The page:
Some types of climbing shoes, such as those made from synthetic materials, can safely go through the washing machine to sanitize them and remove any dirt. However, do this with caution: even for machine-washable shoes, getting jumbled around and spun in a machine is sure to reduce the life of the footwear. If you do decide to send them through the washing machine, do so infrequently or with caution.
Freeze Your Shoes
Most of us know that bacteria generally isn’t a fan of the cold. While cold temperatures won’t necessarily kill the bacteria in your shoes, they will inhibit the bacteria from growing or spreading. As such, freezing your shoes is more of the lazy man’s method for stopping bacterial growth. We don’t recommend doing it unless you’re seriously strapped for time, as these low temperatures could end up damaging your shoes, too.
Wash Your Feet
Washing your feet is an excellent way to reduce the contaminants and dirt that find their way into your climbing shoes. This is especially true if you have sweaty, smelly feet to begin with! By taking a short time to rinse, soap up, and dry your feet thoroughly before putting your shoes on, you’ll reduce the frequency with which you need to wash your shoes. Just make sure to let your feet completely dry, even between your toes, before you put your shoes on.
Many climbers choose not to wear socks. Many think wearing socks with climbing shoes is “dorky” or “uncool.” While we agree that climbing shoes look dapper without socks, we also believe that keeping cleaner shoe warrants wearing socks from time to time. However, do know that socks affect the grip of your feet inside your shoes, so you may need to practice wearing socks with your climbing shoes before you can get the hang of it.
Dry in the Sunlight
Whether or not you should dry your precious shoes in the sun is a hotly-debated topic among all shoe enthusiasts – not just climbers. The sun provides a fast, efficient, and (purportedly) safe method for drying your shoes, but unfortunately, there are some drawbacks to consider.
For one, the sun’s rays can discolor things over time. If you’ve ever owned an outdoor couch or chair with cushions, you’ve probably noticed how one side of the cushions lose color over time, leaving the other side vibrant and new-looking. In the same way, if you leave your climbing shoes in the sun too much, it could end up leeching away some of their colors.
Additionally, the sun bathes anything it touches in questionable UV rays. These rays can cause shrinkage, damage, and other undesirable effects. Not to mention that too much time spent in the sun can heat your shoes unnecessarily, potentially damaging or melting the adhesives holding your shoes together. This is especially true for black shoes!
Read Also: Best Shoe Cleaner and Shoe Deodorizers.
If you’ve watched the Olympics, you’ve probably seen gymnasts chalking their hands or feet before they begin their routines. Chalk is an excellent remedy for increasing grip, which is why it’s used in gymnastics and other grip-related sports. However, didn’t we just talk about how powder in your shoes can make things slippery?
It’s true: we don’t recommend using powdered chalk inside your shoes, especially in excess. However, it’s perfectly acceptable to use it on your hands to improve your hand-grips as you climb. However, you might not be aware that athletic chalk actually comes in several varieties, including:
- Chalk blocks
- Chalk-filled fabric pouches
- Powdered chalk
- Liquid chalk
Liquid chalk is the key here. Liquid chalk is the same stuff as the others, but it’s mixed with alcohol that evaporates on contact with air. The chalk is in a liquid form while in the bottle, but after it’s squirted onto a climber’s hands or feet, the liquid evaporates, leaving a durable layer of chalk behind. This chalk layer is excellent for shoes, as it’ll leave much less loose chalk residue than powdered or block chalk would.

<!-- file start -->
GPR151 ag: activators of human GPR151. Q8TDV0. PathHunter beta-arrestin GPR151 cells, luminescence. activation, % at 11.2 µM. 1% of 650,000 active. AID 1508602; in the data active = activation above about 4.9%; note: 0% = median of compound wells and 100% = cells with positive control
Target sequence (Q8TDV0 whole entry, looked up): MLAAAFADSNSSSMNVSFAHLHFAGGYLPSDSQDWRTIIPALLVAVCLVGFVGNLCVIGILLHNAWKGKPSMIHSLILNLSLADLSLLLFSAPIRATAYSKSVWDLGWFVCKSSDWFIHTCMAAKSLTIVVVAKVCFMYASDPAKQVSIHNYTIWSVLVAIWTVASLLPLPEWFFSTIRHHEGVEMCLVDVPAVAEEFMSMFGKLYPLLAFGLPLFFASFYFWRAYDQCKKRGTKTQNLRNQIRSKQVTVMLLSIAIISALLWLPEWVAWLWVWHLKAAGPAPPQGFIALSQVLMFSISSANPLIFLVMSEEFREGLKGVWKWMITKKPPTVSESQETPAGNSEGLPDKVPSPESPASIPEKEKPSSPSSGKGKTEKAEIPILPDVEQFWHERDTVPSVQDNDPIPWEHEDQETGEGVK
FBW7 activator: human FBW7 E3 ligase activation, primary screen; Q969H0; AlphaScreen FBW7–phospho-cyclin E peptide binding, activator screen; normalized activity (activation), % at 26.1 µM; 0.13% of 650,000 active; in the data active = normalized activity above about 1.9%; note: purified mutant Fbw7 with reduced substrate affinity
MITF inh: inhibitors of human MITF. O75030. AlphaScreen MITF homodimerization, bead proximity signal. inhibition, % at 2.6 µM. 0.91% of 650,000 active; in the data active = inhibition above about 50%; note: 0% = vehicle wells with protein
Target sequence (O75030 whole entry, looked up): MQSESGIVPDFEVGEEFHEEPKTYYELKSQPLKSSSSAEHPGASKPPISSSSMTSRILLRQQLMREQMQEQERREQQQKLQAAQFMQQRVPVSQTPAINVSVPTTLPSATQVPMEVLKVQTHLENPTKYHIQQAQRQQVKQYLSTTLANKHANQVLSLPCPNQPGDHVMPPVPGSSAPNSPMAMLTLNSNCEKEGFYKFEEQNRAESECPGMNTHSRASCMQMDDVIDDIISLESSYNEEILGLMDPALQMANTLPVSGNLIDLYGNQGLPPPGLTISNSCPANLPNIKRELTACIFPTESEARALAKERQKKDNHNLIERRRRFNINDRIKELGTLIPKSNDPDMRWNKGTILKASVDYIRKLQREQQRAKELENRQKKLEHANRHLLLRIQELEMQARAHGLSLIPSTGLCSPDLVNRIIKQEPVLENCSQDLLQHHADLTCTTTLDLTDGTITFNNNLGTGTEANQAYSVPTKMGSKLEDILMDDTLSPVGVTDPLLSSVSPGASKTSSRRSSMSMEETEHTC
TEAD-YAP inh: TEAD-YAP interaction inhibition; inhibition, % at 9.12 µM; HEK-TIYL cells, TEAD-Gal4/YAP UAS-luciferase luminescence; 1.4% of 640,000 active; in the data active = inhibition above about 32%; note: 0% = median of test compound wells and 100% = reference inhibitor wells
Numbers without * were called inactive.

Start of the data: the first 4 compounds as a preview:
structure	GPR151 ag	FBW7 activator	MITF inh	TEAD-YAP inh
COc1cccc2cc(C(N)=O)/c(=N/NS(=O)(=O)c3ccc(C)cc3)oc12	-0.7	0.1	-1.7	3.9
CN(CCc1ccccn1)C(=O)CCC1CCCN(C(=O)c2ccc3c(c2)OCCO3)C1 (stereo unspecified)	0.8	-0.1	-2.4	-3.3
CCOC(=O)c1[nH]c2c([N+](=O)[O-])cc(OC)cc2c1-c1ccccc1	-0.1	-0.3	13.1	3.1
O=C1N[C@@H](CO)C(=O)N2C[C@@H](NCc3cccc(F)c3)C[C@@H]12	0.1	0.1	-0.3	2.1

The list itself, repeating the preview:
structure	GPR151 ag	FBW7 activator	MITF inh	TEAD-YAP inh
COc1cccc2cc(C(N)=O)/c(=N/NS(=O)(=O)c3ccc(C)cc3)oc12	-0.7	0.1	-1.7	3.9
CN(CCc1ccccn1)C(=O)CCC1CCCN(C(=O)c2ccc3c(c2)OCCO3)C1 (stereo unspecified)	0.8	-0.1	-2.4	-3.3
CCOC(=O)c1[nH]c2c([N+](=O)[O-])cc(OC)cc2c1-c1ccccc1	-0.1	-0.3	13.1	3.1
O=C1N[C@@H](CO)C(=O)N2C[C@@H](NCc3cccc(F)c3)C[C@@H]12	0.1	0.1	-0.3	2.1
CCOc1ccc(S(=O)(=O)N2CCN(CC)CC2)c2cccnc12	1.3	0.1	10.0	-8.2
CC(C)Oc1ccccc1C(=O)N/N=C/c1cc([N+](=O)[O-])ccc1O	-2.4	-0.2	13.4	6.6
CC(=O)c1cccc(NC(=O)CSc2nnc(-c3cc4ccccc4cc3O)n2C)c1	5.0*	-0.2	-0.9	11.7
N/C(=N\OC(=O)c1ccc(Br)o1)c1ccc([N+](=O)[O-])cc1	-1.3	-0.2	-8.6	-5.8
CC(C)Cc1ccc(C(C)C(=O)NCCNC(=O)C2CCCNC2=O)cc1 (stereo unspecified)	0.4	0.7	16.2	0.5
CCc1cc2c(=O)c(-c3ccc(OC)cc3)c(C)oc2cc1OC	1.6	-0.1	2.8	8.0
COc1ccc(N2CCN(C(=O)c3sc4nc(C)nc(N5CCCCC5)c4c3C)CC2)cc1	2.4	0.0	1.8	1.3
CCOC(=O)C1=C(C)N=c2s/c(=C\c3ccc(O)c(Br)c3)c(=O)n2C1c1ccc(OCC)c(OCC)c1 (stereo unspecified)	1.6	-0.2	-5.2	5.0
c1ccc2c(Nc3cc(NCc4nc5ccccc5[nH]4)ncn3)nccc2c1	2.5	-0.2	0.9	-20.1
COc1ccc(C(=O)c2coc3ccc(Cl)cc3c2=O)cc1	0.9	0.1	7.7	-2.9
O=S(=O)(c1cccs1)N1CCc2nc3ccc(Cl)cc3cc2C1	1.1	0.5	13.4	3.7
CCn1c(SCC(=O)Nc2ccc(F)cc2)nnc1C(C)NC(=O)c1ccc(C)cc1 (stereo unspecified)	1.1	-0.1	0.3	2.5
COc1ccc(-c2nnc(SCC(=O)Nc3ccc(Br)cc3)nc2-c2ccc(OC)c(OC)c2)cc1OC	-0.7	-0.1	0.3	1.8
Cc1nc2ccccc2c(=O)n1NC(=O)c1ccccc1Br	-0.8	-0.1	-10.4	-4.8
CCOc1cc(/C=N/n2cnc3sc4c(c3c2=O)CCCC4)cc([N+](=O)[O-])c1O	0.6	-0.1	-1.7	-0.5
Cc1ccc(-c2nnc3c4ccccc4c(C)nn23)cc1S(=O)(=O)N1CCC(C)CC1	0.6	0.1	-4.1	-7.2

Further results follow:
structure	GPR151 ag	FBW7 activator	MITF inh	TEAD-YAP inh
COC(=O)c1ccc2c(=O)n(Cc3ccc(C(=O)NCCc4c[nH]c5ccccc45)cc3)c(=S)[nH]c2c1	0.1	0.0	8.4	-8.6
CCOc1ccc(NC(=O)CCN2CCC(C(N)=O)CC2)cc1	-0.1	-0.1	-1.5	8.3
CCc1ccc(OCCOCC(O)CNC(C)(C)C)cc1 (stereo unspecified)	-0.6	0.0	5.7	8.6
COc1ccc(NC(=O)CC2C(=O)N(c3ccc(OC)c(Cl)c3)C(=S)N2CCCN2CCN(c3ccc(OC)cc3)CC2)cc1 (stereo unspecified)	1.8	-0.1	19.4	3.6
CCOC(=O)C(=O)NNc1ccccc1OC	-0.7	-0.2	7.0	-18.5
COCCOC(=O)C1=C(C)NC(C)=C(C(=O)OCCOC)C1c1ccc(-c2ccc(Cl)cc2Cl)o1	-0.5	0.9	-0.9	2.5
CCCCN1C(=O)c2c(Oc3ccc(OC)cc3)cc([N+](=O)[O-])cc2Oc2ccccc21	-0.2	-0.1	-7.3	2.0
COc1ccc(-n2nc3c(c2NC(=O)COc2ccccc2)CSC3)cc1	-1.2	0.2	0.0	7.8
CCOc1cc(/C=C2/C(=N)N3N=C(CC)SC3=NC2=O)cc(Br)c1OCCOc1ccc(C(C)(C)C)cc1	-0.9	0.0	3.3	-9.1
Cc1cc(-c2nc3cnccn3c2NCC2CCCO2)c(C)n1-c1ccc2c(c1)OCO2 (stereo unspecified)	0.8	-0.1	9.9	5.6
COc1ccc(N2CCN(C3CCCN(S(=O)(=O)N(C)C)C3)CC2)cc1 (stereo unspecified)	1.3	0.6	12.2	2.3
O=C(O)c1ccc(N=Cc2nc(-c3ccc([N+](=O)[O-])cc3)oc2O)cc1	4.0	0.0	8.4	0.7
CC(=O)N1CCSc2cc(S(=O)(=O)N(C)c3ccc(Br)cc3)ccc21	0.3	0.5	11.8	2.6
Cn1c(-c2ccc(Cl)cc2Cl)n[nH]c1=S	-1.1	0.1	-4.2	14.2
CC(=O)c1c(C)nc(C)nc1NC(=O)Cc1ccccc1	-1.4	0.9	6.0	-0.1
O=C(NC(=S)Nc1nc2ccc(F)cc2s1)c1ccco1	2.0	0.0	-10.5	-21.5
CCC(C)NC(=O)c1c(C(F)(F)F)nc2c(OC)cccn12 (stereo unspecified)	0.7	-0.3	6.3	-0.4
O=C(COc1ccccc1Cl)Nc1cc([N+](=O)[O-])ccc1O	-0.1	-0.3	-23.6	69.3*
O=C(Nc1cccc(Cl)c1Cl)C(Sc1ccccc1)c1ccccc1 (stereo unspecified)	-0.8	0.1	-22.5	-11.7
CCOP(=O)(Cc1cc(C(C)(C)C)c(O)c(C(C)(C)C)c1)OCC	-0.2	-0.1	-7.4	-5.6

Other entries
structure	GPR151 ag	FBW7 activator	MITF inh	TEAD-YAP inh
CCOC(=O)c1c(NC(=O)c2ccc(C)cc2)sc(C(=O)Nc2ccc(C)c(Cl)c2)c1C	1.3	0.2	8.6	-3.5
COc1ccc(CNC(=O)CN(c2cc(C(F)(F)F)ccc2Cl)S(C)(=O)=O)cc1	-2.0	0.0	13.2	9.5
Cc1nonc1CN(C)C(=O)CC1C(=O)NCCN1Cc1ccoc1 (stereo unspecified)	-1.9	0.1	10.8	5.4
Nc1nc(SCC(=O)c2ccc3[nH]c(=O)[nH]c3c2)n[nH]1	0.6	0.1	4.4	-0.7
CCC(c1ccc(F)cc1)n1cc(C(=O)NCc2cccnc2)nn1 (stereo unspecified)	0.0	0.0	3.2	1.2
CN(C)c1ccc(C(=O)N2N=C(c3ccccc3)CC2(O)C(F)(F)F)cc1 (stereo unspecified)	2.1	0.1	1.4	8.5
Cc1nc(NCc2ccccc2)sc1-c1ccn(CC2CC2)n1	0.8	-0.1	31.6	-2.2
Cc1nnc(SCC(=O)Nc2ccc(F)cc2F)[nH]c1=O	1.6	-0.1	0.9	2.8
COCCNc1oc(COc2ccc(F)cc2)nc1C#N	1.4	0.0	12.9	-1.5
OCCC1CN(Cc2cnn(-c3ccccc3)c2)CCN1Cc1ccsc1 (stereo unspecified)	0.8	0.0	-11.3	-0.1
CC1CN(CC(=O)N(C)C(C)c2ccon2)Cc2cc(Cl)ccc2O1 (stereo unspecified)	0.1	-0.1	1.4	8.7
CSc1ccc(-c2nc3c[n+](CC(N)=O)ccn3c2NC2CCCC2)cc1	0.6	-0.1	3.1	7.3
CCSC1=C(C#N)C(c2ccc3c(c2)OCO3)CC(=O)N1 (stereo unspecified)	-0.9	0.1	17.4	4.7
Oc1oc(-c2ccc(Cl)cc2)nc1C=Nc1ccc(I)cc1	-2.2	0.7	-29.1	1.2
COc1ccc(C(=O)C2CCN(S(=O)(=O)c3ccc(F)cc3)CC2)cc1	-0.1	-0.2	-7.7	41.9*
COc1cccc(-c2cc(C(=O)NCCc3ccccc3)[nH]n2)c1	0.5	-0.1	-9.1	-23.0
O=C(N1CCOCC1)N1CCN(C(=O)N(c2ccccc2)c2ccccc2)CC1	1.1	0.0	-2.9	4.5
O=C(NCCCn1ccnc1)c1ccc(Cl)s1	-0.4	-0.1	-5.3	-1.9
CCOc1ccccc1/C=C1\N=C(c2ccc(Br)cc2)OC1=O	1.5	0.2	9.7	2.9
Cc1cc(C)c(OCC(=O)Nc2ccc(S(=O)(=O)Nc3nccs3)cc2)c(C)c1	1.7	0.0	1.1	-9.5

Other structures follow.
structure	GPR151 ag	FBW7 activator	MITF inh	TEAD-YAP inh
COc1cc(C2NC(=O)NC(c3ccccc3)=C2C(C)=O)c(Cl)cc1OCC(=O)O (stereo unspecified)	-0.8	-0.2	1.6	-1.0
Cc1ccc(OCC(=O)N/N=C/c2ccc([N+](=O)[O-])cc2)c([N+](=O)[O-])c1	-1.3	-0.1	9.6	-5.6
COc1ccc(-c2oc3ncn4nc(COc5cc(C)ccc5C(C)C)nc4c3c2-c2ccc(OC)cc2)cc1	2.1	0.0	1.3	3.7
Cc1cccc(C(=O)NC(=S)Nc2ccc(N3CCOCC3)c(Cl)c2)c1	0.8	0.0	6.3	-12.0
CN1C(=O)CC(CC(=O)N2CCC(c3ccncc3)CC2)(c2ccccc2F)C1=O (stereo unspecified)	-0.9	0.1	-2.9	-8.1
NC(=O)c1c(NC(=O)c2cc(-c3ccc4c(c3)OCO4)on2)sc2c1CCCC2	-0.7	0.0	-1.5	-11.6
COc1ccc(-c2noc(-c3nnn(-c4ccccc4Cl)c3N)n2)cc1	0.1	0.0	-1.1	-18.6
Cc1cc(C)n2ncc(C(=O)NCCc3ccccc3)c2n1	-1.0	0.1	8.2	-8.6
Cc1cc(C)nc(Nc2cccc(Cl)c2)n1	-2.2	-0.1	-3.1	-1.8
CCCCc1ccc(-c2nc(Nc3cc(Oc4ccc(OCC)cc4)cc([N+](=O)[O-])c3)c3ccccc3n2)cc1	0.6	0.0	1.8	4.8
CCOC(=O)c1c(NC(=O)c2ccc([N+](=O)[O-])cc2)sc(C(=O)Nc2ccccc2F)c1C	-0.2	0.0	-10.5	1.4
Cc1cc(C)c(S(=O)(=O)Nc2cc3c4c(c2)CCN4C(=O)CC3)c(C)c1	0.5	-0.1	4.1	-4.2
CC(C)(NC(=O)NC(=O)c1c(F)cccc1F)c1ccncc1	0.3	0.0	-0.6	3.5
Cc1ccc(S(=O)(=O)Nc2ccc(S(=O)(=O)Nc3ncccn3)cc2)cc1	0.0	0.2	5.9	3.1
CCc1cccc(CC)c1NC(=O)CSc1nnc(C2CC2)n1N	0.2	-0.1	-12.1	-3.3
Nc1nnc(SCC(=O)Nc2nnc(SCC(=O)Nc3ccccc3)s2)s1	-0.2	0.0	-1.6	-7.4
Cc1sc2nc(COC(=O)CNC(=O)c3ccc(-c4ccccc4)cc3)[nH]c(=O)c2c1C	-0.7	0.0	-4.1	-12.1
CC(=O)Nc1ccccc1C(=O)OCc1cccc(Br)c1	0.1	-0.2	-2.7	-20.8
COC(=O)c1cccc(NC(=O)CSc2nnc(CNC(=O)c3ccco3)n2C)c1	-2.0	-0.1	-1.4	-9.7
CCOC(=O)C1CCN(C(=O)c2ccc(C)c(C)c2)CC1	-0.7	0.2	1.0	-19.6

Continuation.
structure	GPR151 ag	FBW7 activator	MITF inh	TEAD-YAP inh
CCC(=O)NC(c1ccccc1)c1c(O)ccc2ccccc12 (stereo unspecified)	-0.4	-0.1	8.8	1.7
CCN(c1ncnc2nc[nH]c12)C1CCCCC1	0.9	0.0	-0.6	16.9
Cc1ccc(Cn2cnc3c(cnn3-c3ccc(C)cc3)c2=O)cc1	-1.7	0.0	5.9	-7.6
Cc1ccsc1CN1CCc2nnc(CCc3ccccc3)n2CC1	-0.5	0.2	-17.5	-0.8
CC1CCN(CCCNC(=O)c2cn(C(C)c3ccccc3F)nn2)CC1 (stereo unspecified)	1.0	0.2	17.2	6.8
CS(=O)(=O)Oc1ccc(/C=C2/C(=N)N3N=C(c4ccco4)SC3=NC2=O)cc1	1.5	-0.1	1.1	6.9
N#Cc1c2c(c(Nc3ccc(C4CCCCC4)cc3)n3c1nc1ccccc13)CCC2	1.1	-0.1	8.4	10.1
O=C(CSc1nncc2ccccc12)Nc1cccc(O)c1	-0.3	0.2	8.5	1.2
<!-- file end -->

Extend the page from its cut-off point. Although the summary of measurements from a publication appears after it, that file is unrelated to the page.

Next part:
Give It a Break
You might not think to remove your shoes between trips up the climbing wall, but this is a crucial way to keep your climbing shoes fresh and clean. The longer you wear your climbers, the dirtier and sweatier they’ll get, so if you remember to take them off between sets, they’ll get a small chance to breathe, too.
Keep a Spare
Keeping a spare pair of climbing shoes is another underappreciated method of keeping your climbing shoes clean. If you keep two pairs of climbing shoes, not only will you give each pair a chance to breathe and lose some sweat before their next use, but you’ll halve the wear put on each pair of shoes, too. Because of this, each shoe will last multiple times longer than wearing just one pair of climbers all the time would.
Read Also: How to Clean Baskeball Shoes
Things to Avoid when Cleaning Climbing Shoes
We’ve already covered the things you should do to keep your shoes clean, fresh, and supple. However, it’s just as important to know what to avoid when taking care of your shoes! In the following sections, we’ll go over the most important pitfalls to watch out for when taking care of your favorite climbing shoes.
We’ve mentioned that you should avoid drying your shoes with heat before in this article, but your avoidance of hot elements should extend a bit further than that, if possible. Try your best to avoid exposing your shoes to any heat, if you can. As we mentioned, heat can damage the glue in your shoes, and depending on what your footwear is made of; it can also melt certain materials (like rubber) and warp others.
Of course, avoiding heat while drying is part of this, but you should avoid them while washing and using your shoes, too. Of course, if you’re climbing a rock face in the desert, there’s not much you can do about the heat, but you should avoid hot water in your washing machine or while hand-washing your shoes.
Rock climbing shoes are made of unique, delicate materials, and these materials can be especially sensitive to powerful and abrasive cleaners. Always be extra careful to make sure your shoe can handle a particular cleanser before trying it on your shoe.
If you have to, try spot cleaning an inconspicuous area on your shoe before cleaning the whole thing, or even better, test the cleaner on a similar scrap of the material before putting it to work on your shoes.
Real leather isn’t a usual addition to our shoes and clothes nowadays, as synthetic fabrics have begun to prevail in most places. However, if you do have leather pieces in your shoes, do note that they will require slightly specialized care. Here you can read how to remove stains from leather shoes.
For one, leather is more sensitive to temperature extremes than other fabrics, especially when it’s wet. Exposing leather to cold temperatures when it’s wet can lead to the leather cracking, and presenting it to heat can cause it to warp or distort its shape. Leather is also more sensitive to regular upkeep, as it needs to be conditioned regularly to stay supple and durable.
All in all, cleaning your climbing shoes isn’t all that different from cleaning any ordinary footwear. It’s the prevention that makes all the difference for climbing shoes. As long as you follow the tips and tricks mentioned in this guide, you’ll notice a measurable difference in the cleanliness (and the stink factor) of your favorite climbing shoes right away.